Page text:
Complete Form W-4 so that your employer can withhold the correct federal income tax from your pay. If too little is withheld, you will generally owe tax when you file your tax return and may owe a penalty. If too much is withheld, you will generally be due a refund.


Are you having the right amount of taxes withheld?

Whenever a new employee is hired, ensuring the employee completes Form W-4 needs to be one of the first administrative priorities. While the IRS recommends employees submit a new W-4 each year, most employees only review their W-4 or make adjustments when they are experiencing a life-changing event, such as getting married or having kids.

Nonetheless, since the Tax Cuts and Jobs Act was passed in December 2017, there are changes that affect federal withholding. As such, the IRS is urging everyone to double-check his or her W-4 withholding amounts to confirm accuracy.

What is a W-4?

Before delving into the tax reform changes, it is important to understand the purpose of the W-4. Form W-4 instructs employers how much tax to withhold from each paycheck: the employee fills out the W-4, the employer uses the W-4 to calculate income taxes and remits the taxes to the IRS and the state on behalf of the employee

The amount your employer withholds from your paycheck largely depends on what you put on your Form W-4 when you started your job. Take note of the following:

    • Form W-4 asks about your marital status, dependents, and other factors to help you calculate the number of withholding allowances to claim. As you claim more allowances, your employer withholds less tax out of your paycheck.
    • The information you put on your W-4 funnels through withholding tables. Your company’s payroll department uses these withholding tables to calculate exactly how much federal and state income tax to withhold.
    • You can change your W-4 at any time – just download a blank W-4 from the IRS, fill it out, and give it to your human resources or payroll team.

Accurately filling out the W-4 form allows employees to avoid a large tax bill when April rolls around. They can also avoid overpaying taxes, so they have more money available throughout the year.


Did the tax cut reform change the 2019 W-4?

Initially, the IRS planned to release a 2019 W-4 to incorporate the tax law changes, pursuant to the Tax Cuts and Jobs Act (TCJA). The TCJA introduced a number of changes affecting nearly all taxpayers’ returns including:

  • Increased standard deductions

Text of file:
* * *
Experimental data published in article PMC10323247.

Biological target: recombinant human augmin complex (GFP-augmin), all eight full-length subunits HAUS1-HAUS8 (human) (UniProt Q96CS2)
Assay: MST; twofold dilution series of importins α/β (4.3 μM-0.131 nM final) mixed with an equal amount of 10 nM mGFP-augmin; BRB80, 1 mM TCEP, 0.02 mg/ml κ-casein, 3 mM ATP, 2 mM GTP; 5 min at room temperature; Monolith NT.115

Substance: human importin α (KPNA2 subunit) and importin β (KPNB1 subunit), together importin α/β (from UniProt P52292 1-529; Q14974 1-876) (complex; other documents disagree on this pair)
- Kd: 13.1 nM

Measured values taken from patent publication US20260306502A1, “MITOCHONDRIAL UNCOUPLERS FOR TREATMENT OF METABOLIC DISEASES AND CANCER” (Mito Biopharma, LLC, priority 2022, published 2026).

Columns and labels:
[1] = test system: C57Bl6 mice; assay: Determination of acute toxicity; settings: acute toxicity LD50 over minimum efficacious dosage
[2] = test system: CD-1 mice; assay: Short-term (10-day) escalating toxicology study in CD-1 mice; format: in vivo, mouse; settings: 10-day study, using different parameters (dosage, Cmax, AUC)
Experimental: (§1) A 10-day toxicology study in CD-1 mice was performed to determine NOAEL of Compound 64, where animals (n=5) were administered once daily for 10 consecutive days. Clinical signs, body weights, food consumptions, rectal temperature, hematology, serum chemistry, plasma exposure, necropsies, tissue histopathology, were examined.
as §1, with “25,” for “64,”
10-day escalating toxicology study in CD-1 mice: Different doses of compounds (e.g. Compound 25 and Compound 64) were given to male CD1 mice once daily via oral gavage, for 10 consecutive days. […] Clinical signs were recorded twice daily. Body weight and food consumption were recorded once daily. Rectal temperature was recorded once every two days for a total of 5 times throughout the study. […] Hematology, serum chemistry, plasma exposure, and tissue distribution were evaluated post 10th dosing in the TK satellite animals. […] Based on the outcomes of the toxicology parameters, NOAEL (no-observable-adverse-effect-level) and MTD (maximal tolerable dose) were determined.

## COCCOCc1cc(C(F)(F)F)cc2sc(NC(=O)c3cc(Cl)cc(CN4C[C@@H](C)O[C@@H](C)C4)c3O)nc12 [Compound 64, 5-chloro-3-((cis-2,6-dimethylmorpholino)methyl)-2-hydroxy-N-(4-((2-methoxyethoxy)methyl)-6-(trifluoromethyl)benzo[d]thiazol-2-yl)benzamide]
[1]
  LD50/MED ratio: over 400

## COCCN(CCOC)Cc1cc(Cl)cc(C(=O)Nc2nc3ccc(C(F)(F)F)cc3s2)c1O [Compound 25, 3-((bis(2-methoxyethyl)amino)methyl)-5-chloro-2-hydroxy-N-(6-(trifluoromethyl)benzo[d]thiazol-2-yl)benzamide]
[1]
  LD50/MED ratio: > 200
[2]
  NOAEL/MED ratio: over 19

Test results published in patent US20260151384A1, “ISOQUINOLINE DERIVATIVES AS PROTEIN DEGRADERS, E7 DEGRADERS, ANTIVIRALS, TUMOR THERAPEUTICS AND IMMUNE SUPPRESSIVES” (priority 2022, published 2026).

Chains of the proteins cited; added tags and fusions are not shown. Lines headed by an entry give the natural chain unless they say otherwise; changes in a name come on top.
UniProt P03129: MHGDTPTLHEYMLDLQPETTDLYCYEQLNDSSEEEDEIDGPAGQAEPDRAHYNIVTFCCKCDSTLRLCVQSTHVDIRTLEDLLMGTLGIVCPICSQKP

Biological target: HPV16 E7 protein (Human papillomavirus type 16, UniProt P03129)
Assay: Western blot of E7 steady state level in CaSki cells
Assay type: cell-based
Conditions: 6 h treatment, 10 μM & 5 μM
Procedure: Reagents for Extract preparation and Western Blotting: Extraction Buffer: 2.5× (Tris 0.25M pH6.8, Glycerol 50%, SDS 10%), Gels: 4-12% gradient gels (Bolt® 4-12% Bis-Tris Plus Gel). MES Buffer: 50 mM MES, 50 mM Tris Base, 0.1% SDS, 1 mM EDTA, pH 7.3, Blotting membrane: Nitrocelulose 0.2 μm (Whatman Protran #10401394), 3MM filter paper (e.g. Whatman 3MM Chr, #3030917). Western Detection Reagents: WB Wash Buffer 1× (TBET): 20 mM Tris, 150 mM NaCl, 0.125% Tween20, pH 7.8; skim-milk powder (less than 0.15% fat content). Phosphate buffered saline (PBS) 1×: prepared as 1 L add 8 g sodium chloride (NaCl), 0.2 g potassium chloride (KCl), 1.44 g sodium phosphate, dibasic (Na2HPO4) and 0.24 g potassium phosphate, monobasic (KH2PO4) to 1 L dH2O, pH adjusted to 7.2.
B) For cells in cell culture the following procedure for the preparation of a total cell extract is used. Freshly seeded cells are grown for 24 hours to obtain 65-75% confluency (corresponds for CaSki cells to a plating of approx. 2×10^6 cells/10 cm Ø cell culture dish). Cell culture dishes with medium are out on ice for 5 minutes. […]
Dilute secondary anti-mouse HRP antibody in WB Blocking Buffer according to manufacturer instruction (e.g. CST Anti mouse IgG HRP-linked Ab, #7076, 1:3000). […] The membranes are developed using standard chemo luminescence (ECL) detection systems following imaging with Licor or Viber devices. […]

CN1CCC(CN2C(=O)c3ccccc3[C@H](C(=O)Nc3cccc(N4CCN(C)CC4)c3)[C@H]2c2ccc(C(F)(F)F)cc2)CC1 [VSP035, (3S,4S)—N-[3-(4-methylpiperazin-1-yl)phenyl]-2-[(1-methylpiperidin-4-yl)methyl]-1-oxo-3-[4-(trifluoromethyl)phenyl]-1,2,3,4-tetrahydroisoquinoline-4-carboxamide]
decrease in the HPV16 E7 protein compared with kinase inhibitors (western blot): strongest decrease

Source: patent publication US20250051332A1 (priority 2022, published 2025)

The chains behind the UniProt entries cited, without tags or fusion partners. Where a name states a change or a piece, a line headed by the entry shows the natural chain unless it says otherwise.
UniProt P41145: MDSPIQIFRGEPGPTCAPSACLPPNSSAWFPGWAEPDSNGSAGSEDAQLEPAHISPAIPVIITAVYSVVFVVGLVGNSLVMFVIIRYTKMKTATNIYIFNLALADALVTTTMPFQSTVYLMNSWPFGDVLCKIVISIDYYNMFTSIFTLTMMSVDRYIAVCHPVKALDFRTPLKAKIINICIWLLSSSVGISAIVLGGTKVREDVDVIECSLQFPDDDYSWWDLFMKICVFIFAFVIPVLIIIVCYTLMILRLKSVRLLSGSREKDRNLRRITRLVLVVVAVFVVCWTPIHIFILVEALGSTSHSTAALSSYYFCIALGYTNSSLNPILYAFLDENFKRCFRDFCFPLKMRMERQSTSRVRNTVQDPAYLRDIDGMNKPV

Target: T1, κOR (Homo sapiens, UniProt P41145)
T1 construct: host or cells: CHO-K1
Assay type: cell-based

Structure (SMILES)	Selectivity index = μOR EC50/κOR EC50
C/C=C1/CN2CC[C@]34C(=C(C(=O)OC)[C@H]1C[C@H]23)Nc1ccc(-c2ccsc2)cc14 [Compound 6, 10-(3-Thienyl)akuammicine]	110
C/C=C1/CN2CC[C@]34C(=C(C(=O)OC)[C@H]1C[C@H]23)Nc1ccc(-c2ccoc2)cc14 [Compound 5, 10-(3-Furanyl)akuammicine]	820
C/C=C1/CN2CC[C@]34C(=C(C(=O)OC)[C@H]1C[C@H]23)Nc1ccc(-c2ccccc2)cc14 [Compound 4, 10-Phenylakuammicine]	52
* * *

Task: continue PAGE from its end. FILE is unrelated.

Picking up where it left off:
• Eliminated personal deductions
  • Increased child tax credits
  • Limited or discontinued itemized deductions
  • Additional credits for dependents
  • Updated tax rates and brackets

After reviewing the 2019 W-4 early draft, tax professional believed it was unnecessary and created a substantial risk of taxpayers claiming the wrong allowances. Moreover, they felt it required taxpayers to predict a number of tax-related items that are traditionally difficult to foresee. Because of this feedback, the IRS postponed making changes until 2020.

So, what has changed on Form W-4 for 2020?

In December of 2019, the IRS released the long-awaited final version of the 2020 Form W-4, retitled “Employee’s Withholding Certificate,” which included major revisions intended to make accurate income tax withholding easier for employees starting in 2020. When the IRS released the final version of the 2020 Form W-4, it stated that the following are key points for employers to note:

    • All new employees hired as of January 1, 2020, must complete the new form.
    • Current employees are not required to complete a new form but can choose to adjust their withholding based on the new form.
    • Any adjustments made after January 1, 2020, must use the new form.
    • Employers can still compute withholding based on information from employees’ most recently submitted Form W-4 if employees choose not to adjust their withholding using the revised form.

The 2020 Form W-4 consists of a single page, followed by instructions, worksheets, and tables. In lieu of withholding allowances, the new W-4 includes a process with five possible steps for declaring additional income, so employees can adjust their withholding with varying levels of accuracy, privacy, and ease of use.

The five steps are:

Step 1. Enter personal information.

Step 2. Indicate multiple jobs or if spouse works.

Step 3. Claim dependents.

Step 4. Make other adjustments including for:

    • Investment and retirement income.
    •  Deductions other than the standard deduction.
    • Any extra tax withholding per pay period.

Step 5. Sign the form.

If a newly hired employee in 2020 doesn’t complete a 2020 Form W-4, the employer instructions state that employers should treat the employee as a single filer with no other adjustments. As before, the employee’s tax liability is based on combined income from all sources. This includes second jobs, investment income, and a spouse’s earnings. Moreover, it is important to note that additional tax may be due at the time of filing if withholding is not sufficient to meet tax obligations.

Essentially, the IRS’s revisions allow employees to simply enter their full-year expected deductions over the standard deduction amount by foregoing the complicated calculations.

Be proactive in reducing your tax bill by ensuring that your W-4 accurately reflects the proper withholding amount. Call Onyx Tax today!